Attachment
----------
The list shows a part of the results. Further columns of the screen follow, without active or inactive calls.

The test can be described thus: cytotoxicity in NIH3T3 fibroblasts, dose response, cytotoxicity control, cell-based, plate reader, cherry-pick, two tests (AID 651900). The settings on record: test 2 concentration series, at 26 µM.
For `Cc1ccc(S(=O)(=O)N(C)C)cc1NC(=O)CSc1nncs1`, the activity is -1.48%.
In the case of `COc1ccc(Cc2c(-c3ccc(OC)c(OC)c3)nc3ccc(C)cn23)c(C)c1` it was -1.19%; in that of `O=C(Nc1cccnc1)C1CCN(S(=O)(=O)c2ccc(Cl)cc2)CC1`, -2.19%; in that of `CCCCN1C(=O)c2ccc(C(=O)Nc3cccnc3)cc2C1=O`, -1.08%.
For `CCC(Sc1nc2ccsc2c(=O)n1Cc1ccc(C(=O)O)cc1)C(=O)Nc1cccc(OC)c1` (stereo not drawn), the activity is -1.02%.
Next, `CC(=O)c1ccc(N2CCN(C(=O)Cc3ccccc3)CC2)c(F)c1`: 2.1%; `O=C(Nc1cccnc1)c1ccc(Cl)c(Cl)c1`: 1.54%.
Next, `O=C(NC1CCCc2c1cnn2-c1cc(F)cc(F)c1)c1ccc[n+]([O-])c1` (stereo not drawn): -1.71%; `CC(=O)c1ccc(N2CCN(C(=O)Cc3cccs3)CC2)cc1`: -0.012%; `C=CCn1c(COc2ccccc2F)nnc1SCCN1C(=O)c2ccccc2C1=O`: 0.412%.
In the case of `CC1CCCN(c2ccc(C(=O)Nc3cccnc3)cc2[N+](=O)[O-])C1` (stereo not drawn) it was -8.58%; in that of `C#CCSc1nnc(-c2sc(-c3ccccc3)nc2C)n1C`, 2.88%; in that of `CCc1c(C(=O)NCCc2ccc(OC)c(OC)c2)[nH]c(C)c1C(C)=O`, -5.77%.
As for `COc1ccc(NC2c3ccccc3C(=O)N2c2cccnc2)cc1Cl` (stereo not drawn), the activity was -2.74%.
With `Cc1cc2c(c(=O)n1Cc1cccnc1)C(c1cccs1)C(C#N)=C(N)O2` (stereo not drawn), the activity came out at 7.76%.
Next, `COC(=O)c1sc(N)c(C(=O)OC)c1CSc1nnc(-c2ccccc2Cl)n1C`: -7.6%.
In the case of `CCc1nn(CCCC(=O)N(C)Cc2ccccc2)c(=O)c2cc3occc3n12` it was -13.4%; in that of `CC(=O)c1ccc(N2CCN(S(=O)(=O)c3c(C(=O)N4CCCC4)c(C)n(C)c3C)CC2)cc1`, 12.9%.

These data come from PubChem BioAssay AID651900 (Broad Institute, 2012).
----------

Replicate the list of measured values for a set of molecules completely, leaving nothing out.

The list shows a part of the results. Further columns of the screen follow, without active or inactive calls.

The test can be described thus: cytotoxicity in NIH3T3 fibroblasts, dose response, cytotoxicity control, cell-based, plate reader, cherry-pick, two tests (AID 651900). The settings on record: test 2 concentration series, at 26 µM.
For `Cc1ccc(S(=O)(=O)N(C)C)cc1NC(=O)CSc1nncs1`, the activity is -1.48%.
In the case of `COc1ccc(Cc2c(-c3ccc(OC)c(OC)c3)nc3ccc(C)cn23)c(C)c1` it was -1.19%; in that of `O=C(Nc1cccnc1)C1CCN(S(=O)(=O)c2ccc(Cl)cc2)CC1`, -2.19%; in that of `CCCCN1C(=O)c2ccc(C(=O)Nc3cccnc3)cc2C1=O`, -1.08%.
For `CCC(Sc1nc2ccsc2c(=O)n1Cc1ccc(C(=O)O)cc1)C(=O)Nc1cccc(OC)c1` (stereo not drawn), the activity is -1.02%.
Next, `CC(=O)c1ccc(N2CCN(C(=O)Cc3ccccc3)CC2)c(F)c1`: 2.1%; `O=C(Nc1cccnc1)c1ccc(Cl)c(Cl)c1`: 1.54%.
Next, `O=C(NC1CCCc2c1cnn2-c1cc(F)cc(F)c1)c1ccc[n+]([O-])c1` (stereo not drawn): -1.71%; `CC(=O)c1ccc(N2CCN(C(=O)Cc3cccs3)CC2)cc1`: -0.012%; `C=CCn1c(COc2ccccc2F)nnc1SCCN1C(=O)c2ccccc2C1=O`: 0.412%.
In the case of `CC1CCCN(c2ccc(C(=O)Nc3cccnc3)cc2[N+](=O)[O-])C1` (stereo not drawn) it was -8.58%; in that of `C#CCSc1nnc(-c2sc(-c3ccccc3)nc2C)n1C`, 2.88%; in that of `CCc1c(C(=O)NCCc2ccc(OC)c(OC)c2)[nH]c(C)c1C(C)=O`, -5.77%.
As for `COc1ccc(NC2c3ccccc3C(=O)N2c2cccnc2)cc1Cl` (stereo not drawn), the activity was -2.74%.
With `Cc1cc2c(c(=O)n1Cc1cccnc1)C(c1cccs1)C(C#N)=C(N)O2` (stereo not drawn), the activity came out at 7.76%.
Next, `COC(=O)c1sc(N)c(C(=O)OC)c1CSc1nnc(-c2ccccc2Cl)n1C`: -7.6%.
In the case of `CCc1nn(CCCC(=O)N(C)Cc2ccccc2)c(=O)c2cc3occc3n12` it was -13.4%; in that of `CC(=O)c1ccc(N2CCN(S(=O)(=O)c3c(C(=O)N4CCCC4)c(C)n(C)c3C)CC2)cc1`, 12.9%.

These data come from PubChem BioAssay AID651900 (Broad Institute, 2012).